(Note: Sections with this color are written by Kevin Hertzberg, everything else by Eric Foley)
The theory of robot design is central to RoboWarfare, and long thought on the subject is what made the Dark Lord one of the most prolific RoboMasters in the history of the game. The Archfiend has devised many creatures of his own, and has corrupted the warriors of other origins to his own uses. His main weakness as a designer is that he sometimes does not pursue his own new ideas until the minions born of them are mature. He has on several occasions envisioned new paradigms of robotic construction that were months or years ahead of their time, but which he had not the patience to develop to their potential in favor of existing, already-proven paradigms. His main strength as a designer is that he is extremely capable of determining the weaknesses in existing machines, and on devising methods of tinkering with them so that he might turn his enemies' powers against them in new ways they had not conceived themselves.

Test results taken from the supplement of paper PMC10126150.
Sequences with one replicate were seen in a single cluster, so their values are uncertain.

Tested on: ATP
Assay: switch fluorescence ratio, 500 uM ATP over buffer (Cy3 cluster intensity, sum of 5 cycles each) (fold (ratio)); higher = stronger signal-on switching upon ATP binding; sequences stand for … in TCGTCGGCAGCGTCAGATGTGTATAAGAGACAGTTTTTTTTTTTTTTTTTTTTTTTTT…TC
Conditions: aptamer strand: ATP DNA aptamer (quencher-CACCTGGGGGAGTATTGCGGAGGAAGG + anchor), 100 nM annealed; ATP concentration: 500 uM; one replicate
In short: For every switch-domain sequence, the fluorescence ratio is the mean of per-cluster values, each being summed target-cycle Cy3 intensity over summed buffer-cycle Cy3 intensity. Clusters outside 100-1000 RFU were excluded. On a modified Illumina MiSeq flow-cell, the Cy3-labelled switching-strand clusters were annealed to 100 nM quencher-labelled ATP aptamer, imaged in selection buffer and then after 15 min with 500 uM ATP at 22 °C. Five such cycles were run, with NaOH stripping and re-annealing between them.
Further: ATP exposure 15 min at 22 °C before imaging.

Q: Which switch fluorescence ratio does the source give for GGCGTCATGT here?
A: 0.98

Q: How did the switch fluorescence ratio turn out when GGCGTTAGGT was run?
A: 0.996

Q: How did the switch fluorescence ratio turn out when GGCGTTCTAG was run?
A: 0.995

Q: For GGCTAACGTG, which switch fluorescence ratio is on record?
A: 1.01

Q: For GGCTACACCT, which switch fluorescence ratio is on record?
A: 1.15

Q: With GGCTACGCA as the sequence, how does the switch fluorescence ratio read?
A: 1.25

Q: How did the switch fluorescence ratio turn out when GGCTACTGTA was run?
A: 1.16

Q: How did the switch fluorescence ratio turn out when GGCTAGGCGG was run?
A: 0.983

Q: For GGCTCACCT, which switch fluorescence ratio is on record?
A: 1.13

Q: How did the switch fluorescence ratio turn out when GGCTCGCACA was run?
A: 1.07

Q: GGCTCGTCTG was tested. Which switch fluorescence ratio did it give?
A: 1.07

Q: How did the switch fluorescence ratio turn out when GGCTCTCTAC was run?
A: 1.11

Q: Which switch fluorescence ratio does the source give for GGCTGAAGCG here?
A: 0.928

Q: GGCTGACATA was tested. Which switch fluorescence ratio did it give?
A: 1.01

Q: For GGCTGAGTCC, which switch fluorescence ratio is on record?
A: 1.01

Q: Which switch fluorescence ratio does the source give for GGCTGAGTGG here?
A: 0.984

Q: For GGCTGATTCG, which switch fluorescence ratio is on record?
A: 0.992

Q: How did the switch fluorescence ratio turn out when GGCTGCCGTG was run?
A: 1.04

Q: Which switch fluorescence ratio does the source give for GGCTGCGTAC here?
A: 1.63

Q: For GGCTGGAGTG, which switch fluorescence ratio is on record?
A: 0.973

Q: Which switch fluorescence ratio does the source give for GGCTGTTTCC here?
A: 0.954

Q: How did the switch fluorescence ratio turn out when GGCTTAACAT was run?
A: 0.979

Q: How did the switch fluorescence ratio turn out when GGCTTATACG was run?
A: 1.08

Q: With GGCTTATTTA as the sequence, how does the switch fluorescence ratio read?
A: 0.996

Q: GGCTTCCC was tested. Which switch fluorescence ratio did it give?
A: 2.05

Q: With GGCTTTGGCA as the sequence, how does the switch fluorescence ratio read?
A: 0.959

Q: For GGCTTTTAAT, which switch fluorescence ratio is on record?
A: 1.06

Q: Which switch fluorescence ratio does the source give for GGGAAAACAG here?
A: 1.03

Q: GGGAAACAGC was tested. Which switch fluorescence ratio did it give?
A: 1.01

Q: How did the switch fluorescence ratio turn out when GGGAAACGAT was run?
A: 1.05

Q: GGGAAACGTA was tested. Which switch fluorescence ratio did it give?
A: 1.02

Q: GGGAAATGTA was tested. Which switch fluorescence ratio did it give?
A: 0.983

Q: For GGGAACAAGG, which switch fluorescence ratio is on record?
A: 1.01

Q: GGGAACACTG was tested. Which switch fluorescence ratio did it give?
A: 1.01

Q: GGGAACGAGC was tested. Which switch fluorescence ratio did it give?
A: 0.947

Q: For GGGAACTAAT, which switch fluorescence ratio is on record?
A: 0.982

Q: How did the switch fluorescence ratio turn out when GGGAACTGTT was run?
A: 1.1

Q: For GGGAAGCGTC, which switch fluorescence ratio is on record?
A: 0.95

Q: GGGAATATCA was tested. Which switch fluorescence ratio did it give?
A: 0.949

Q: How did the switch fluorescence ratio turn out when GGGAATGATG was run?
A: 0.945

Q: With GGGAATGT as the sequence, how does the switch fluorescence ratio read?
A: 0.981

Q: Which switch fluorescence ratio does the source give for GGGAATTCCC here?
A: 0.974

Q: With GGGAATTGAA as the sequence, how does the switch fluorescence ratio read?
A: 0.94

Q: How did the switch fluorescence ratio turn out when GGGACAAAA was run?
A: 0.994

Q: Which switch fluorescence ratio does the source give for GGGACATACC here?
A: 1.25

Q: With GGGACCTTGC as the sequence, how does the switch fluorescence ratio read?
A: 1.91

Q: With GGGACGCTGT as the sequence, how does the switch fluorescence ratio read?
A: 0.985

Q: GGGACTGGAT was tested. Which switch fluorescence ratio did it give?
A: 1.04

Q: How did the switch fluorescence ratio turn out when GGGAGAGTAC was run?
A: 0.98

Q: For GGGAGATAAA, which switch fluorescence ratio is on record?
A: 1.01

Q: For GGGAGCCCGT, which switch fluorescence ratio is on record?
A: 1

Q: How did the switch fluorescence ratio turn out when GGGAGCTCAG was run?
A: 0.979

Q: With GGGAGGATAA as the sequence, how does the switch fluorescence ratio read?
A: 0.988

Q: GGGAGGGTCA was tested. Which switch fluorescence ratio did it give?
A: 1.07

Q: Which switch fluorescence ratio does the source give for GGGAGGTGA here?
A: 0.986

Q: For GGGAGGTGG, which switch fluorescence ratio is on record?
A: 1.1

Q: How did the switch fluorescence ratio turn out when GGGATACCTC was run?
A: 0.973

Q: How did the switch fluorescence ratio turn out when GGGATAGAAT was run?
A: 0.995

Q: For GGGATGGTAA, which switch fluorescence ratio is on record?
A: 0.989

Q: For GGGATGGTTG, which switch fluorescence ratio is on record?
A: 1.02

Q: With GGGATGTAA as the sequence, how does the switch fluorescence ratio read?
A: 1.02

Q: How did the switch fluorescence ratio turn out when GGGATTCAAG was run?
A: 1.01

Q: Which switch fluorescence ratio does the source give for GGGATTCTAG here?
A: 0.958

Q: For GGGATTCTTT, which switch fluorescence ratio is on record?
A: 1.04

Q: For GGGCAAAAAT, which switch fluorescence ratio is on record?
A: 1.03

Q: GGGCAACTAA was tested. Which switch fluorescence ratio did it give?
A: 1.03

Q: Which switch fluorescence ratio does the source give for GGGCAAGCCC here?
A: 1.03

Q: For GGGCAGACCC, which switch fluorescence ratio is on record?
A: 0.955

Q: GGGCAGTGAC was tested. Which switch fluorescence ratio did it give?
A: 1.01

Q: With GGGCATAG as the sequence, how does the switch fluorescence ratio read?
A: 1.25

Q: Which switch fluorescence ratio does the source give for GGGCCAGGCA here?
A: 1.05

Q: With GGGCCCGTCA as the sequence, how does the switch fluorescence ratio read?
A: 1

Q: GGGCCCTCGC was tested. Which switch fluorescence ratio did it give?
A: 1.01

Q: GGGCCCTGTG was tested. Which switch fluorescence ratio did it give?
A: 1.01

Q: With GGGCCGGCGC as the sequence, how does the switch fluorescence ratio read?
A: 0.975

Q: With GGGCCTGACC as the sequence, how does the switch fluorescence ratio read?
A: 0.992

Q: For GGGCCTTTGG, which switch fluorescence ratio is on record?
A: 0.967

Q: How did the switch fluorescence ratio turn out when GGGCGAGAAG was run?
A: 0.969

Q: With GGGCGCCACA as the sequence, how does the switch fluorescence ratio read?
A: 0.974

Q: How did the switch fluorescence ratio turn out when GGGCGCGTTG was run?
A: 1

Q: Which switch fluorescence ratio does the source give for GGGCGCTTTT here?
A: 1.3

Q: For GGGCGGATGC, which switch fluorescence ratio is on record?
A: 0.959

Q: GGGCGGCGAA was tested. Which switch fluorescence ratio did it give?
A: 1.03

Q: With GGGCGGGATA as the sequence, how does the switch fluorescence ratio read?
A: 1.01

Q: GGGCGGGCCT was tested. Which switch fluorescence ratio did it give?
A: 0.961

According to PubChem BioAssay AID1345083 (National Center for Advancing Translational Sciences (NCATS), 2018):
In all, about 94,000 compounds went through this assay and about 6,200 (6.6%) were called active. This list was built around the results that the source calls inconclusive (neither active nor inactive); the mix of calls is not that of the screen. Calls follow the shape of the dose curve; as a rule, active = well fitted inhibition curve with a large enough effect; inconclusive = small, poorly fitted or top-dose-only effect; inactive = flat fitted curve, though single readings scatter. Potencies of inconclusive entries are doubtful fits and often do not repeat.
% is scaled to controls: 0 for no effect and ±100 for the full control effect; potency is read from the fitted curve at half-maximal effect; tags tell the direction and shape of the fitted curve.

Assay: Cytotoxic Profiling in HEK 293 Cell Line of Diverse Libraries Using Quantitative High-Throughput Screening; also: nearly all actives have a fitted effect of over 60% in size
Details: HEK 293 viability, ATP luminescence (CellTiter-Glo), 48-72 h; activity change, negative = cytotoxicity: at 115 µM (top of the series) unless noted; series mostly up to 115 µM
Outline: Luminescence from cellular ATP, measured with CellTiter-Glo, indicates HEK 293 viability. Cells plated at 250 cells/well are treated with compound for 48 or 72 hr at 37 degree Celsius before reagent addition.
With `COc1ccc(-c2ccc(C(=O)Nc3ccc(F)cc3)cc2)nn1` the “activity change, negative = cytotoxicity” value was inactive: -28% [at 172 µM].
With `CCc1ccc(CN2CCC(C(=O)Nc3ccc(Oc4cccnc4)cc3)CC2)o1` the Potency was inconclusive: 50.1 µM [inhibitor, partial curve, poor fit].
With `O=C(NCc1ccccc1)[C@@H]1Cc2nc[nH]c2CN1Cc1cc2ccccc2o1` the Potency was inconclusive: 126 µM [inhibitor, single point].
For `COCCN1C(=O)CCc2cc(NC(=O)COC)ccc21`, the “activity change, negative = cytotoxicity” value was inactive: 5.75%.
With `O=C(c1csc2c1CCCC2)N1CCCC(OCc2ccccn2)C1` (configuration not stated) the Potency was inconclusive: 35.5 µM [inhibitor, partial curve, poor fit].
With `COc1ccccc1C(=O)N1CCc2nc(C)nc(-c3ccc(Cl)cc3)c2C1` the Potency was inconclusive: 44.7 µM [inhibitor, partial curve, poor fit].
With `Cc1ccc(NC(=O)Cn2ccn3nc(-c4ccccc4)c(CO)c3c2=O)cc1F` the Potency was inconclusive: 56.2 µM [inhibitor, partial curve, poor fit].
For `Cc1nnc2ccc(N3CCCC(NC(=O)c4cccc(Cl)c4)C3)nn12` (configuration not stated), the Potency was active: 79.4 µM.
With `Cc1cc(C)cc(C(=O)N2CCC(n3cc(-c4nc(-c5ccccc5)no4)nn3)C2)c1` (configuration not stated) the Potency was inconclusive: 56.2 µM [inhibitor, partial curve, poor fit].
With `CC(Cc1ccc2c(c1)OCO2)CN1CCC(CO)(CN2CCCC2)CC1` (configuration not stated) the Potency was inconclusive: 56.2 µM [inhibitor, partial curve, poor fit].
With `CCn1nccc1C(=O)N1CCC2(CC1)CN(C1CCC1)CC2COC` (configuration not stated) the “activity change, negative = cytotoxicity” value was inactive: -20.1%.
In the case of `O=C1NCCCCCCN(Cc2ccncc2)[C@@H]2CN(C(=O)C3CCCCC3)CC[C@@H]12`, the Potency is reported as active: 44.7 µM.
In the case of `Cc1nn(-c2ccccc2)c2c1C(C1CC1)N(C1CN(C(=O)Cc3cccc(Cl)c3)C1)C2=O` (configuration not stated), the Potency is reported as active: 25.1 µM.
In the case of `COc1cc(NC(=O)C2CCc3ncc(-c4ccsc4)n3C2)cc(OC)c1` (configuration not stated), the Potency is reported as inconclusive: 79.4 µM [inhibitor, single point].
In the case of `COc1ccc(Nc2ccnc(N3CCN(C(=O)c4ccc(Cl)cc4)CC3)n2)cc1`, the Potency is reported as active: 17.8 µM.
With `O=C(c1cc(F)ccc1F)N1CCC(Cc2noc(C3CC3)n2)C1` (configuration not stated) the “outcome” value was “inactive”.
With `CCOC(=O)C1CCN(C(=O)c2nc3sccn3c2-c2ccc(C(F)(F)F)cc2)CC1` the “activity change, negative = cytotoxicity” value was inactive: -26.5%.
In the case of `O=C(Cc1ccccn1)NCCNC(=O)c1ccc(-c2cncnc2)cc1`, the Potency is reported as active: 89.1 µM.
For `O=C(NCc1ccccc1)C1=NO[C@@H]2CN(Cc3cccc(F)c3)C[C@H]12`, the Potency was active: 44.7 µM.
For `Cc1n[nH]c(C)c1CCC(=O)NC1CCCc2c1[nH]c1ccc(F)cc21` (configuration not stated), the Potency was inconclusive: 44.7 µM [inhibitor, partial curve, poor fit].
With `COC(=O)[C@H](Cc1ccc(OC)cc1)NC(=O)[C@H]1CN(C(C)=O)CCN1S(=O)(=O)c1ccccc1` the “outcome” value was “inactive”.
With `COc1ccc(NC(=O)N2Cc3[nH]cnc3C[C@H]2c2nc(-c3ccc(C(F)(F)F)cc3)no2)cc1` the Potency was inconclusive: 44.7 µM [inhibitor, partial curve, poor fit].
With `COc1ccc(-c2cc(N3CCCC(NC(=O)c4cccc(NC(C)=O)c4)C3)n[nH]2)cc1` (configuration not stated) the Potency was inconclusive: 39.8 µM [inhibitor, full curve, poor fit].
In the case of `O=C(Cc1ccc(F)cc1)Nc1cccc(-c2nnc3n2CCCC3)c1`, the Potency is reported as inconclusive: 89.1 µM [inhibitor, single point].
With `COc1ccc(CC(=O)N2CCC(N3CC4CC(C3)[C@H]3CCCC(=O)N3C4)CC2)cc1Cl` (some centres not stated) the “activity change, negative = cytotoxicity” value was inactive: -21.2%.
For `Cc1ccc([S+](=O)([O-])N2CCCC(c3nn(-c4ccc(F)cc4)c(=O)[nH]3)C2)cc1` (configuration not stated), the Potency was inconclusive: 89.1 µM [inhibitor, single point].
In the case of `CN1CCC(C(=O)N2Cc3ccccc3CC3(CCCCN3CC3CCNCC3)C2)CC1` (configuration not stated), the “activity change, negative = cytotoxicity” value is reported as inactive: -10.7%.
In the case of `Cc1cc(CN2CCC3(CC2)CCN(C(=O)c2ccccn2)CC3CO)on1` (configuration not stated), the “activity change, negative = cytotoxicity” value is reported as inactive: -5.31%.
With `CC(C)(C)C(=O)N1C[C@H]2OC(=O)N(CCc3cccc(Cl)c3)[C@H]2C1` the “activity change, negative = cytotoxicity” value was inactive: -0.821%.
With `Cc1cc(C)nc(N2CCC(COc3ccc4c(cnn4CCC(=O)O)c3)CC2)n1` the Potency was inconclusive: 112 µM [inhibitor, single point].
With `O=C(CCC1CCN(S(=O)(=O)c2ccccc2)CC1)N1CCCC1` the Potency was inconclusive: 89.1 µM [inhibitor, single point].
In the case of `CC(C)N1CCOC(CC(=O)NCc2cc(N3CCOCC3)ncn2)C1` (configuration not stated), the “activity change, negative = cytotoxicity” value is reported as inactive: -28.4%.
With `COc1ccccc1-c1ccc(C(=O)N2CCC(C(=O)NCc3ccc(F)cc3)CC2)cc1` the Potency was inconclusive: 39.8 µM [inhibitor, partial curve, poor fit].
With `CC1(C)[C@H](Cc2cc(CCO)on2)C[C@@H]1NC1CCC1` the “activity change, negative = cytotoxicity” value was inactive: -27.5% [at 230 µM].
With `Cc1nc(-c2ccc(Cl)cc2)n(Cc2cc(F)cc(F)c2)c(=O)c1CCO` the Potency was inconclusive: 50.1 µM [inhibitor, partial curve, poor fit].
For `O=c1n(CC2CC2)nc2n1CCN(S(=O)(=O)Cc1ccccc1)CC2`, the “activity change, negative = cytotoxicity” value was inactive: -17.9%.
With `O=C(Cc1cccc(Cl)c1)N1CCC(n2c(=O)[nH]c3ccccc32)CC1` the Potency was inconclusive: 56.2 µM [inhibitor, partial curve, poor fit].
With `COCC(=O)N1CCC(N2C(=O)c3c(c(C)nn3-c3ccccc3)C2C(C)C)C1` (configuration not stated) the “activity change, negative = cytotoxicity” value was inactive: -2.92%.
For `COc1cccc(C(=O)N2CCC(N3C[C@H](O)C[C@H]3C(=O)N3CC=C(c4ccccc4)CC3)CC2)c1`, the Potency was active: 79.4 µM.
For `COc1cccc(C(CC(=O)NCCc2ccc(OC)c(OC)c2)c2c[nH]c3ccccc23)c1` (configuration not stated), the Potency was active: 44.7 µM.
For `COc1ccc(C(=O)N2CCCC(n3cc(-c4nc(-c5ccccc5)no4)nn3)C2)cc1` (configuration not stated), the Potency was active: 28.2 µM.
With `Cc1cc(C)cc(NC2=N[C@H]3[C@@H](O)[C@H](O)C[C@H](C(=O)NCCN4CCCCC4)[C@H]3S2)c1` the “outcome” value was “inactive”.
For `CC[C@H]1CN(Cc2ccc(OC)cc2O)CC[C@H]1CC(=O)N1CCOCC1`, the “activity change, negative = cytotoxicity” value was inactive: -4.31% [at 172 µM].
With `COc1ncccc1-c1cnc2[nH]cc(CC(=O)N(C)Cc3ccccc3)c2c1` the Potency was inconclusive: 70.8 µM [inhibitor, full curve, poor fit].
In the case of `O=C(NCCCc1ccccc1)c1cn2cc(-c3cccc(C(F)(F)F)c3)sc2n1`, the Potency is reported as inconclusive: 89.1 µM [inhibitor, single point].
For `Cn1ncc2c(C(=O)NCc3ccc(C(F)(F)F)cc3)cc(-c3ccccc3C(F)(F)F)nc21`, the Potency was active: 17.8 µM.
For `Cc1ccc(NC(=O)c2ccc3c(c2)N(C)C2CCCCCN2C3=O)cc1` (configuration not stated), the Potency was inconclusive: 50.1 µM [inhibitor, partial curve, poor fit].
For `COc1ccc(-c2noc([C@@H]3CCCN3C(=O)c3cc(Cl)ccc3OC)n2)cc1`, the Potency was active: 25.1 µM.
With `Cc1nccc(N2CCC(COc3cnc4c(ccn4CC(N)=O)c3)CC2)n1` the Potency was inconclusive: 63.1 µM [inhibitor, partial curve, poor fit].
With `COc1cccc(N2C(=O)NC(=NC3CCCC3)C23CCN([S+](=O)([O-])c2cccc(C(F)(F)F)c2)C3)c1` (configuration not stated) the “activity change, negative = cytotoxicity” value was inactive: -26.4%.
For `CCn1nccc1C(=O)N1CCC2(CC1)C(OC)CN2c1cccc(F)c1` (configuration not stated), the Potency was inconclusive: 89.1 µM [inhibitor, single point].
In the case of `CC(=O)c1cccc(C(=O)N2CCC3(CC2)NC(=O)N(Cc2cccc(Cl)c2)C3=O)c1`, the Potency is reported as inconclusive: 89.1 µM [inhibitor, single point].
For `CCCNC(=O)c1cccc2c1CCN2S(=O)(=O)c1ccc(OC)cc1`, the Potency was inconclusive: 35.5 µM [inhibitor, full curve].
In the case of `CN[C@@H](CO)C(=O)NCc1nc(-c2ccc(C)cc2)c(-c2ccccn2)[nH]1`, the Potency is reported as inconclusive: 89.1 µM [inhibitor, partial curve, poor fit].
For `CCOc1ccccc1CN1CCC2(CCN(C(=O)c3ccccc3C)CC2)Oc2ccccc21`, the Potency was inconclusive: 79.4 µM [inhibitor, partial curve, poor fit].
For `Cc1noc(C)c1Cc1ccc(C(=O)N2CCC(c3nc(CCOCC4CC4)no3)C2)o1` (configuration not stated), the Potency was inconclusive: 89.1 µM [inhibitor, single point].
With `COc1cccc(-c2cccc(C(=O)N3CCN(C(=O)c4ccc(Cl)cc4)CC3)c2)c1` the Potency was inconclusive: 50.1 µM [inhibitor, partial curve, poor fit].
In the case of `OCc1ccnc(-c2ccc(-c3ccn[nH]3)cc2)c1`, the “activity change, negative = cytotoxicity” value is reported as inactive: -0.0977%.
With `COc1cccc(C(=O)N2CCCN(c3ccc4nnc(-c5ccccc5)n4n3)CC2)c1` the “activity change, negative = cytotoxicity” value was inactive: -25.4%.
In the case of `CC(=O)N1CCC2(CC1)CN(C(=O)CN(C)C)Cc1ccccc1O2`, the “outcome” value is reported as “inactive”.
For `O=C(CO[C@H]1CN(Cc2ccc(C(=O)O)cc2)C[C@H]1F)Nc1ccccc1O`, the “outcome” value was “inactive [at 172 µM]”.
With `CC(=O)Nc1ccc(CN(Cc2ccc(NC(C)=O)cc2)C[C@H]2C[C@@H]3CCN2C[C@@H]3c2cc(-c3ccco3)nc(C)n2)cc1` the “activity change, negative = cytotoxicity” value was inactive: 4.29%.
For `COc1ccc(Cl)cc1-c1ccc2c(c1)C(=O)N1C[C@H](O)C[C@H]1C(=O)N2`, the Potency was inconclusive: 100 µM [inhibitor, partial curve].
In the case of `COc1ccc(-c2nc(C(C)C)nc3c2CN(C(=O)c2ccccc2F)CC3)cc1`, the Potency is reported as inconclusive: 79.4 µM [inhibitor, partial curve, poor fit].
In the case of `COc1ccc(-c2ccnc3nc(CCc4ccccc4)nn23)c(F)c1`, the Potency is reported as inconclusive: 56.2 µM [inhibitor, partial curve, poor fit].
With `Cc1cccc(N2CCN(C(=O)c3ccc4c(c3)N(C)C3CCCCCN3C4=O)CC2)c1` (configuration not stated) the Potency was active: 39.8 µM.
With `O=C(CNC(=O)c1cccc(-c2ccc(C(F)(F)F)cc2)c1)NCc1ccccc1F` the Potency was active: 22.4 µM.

Before we go on, let it be known that this page will often make reference to two different ages of RoboWar. There actually have probably been three, but this essay considers the first two to be one single first age. These three "semi-ages" are divided very cleanly by the advent of the 5000-instruction limit and by the implementation of the doppler register. The instruction limit made a major difference, simply because the robots were able to use much more elaborate and effective designs once the limit on the number of instructions they could use was raised from 500 to 5000. It is a fair estimate that an effective modern robot usually has about 2000 instructions for a single mode, to provide a perspective. However, since the basic tactics of robots didn't change as much as they did surrounding the advent of the doppler register, and since the pre-5000 semi-age was rather short, this discussion places the first two "semi-ages" together.